Challenges of ALS drug research
ALS drug research is difficult and time-consuming.
It's important to have a strong supply of test subjects and an efficient method of analyzing the elusive early symptoms of ALS.
Add to this the scale of studying myriads of candidate molecules and you soon have an almost insurmountable study proposition on your hands.
This is why we use our own transgenic/mutant ALS model of zebrafish larvae and study them with our groundbreaking approach in behavioural research.
Standardized 3Z zebrafish larva
with impaired neuromuscular junction
Solution: Genetics and behavioural science
We take a two-pronged approach to tackling the problem from both sides.
First: By rearing highly customized transgenic/mutant zebrafish larvae we have a steady stream of test subjects with exactly the symptoms we require for our unique method.
Second: By using our advanced behavioural models we can analyze thousands of individuals at a time and pinpoint molecules showing the most potential for use in ALS medicine.
Our models exhibit highly predictable ALS symptoms relating to swim speed and startle responses. Evaluating drug efficacy based on those traits is therefore very efficient and accurate when using advanced behavioural analysis on a large scale.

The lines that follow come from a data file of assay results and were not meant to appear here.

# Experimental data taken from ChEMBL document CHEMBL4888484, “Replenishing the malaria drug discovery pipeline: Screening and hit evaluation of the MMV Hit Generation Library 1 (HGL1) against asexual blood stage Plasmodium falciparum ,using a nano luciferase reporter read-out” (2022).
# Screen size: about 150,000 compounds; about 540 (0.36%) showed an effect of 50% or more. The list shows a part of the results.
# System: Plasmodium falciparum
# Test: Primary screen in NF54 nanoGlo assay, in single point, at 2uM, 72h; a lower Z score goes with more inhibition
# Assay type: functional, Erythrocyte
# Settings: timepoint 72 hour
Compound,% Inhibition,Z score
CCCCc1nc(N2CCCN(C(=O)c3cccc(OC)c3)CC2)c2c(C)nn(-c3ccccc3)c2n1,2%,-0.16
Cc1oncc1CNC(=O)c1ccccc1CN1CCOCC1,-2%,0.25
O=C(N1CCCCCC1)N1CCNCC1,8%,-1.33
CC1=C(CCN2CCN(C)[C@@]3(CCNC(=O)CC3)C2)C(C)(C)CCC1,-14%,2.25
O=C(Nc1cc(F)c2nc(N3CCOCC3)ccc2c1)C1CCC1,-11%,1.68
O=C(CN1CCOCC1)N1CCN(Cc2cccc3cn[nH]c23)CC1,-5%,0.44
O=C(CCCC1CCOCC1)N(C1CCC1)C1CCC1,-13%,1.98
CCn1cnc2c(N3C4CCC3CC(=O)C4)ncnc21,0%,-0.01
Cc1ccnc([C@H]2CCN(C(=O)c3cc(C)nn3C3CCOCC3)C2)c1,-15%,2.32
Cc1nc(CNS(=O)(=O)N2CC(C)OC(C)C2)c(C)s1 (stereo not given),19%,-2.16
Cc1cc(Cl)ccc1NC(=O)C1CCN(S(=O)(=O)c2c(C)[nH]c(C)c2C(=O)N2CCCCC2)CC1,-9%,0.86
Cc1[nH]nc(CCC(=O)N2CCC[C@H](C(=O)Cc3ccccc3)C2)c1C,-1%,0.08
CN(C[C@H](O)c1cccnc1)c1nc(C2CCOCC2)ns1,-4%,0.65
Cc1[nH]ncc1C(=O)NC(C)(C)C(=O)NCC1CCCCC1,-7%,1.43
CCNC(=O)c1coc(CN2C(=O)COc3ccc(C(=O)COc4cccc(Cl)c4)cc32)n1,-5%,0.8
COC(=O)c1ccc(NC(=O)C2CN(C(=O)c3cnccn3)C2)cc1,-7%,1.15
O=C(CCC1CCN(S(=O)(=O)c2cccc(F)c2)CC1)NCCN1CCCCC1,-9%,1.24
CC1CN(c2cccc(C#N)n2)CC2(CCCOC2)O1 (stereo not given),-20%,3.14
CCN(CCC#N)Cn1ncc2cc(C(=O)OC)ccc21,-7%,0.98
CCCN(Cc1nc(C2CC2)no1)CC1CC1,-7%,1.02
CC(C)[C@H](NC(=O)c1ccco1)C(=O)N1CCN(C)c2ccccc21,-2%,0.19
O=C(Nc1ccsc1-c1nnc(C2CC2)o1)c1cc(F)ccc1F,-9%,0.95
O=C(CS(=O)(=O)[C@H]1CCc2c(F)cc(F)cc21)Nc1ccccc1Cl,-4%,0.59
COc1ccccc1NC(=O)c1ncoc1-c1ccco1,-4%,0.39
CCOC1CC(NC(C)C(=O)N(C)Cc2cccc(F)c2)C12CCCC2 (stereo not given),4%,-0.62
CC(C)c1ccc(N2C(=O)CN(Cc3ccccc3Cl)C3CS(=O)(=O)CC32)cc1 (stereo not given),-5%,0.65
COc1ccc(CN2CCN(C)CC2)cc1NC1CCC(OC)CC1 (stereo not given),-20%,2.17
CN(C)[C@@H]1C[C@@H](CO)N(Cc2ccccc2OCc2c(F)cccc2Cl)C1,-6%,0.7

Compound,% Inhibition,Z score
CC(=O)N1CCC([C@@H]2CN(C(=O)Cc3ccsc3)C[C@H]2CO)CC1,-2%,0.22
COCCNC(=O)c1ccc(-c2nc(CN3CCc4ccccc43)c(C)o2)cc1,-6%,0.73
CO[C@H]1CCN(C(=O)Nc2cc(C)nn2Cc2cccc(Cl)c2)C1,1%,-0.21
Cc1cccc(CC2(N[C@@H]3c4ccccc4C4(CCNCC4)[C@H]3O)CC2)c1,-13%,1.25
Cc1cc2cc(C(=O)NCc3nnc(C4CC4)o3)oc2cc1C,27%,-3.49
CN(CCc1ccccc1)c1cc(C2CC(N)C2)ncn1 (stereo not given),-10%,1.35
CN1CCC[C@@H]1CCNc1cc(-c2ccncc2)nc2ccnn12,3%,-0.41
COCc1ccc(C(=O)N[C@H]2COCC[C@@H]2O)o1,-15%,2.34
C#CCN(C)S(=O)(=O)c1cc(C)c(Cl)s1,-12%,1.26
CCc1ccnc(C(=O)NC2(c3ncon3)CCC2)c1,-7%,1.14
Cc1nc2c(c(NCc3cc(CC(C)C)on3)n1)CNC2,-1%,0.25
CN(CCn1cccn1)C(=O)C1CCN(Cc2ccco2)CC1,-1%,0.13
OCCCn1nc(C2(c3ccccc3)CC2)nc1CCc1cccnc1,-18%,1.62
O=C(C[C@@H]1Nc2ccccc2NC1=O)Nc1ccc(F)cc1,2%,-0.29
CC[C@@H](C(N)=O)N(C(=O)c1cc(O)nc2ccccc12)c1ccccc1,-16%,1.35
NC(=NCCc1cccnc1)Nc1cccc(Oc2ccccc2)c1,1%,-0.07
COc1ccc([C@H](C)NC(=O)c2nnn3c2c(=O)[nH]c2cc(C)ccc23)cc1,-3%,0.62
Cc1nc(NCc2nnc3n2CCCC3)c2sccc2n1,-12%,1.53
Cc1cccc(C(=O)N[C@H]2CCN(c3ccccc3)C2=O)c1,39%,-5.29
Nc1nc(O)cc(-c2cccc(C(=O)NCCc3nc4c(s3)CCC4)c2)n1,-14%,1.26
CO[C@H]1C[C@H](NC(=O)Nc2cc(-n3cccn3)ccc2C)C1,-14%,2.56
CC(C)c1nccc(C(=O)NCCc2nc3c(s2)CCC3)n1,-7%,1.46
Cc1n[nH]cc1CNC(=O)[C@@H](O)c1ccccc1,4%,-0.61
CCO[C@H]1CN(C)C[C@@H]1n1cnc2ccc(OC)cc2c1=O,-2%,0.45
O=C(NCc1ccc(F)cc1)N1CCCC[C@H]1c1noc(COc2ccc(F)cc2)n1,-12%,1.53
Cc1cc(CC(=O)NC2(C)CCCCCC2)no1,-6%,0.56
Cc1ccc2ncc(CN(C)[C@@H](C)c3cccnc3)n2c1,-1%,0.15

The graphs seen here show differences between wild type (WT) zebrafish larvae and two lines of transgenic zebrafish larvae.
In 2017 we received backing from the Icelandic Technology Development fund to make our ALS assay even more efficient.
Our transgenic zebrafish larvae show lower mean swim velocity; a readily quantifiable trait we can measure with our unique software.
Their startle response is also impaired and highly predictable. Using obvious markers such as these greatly increases the efficiency of the 3Z approach.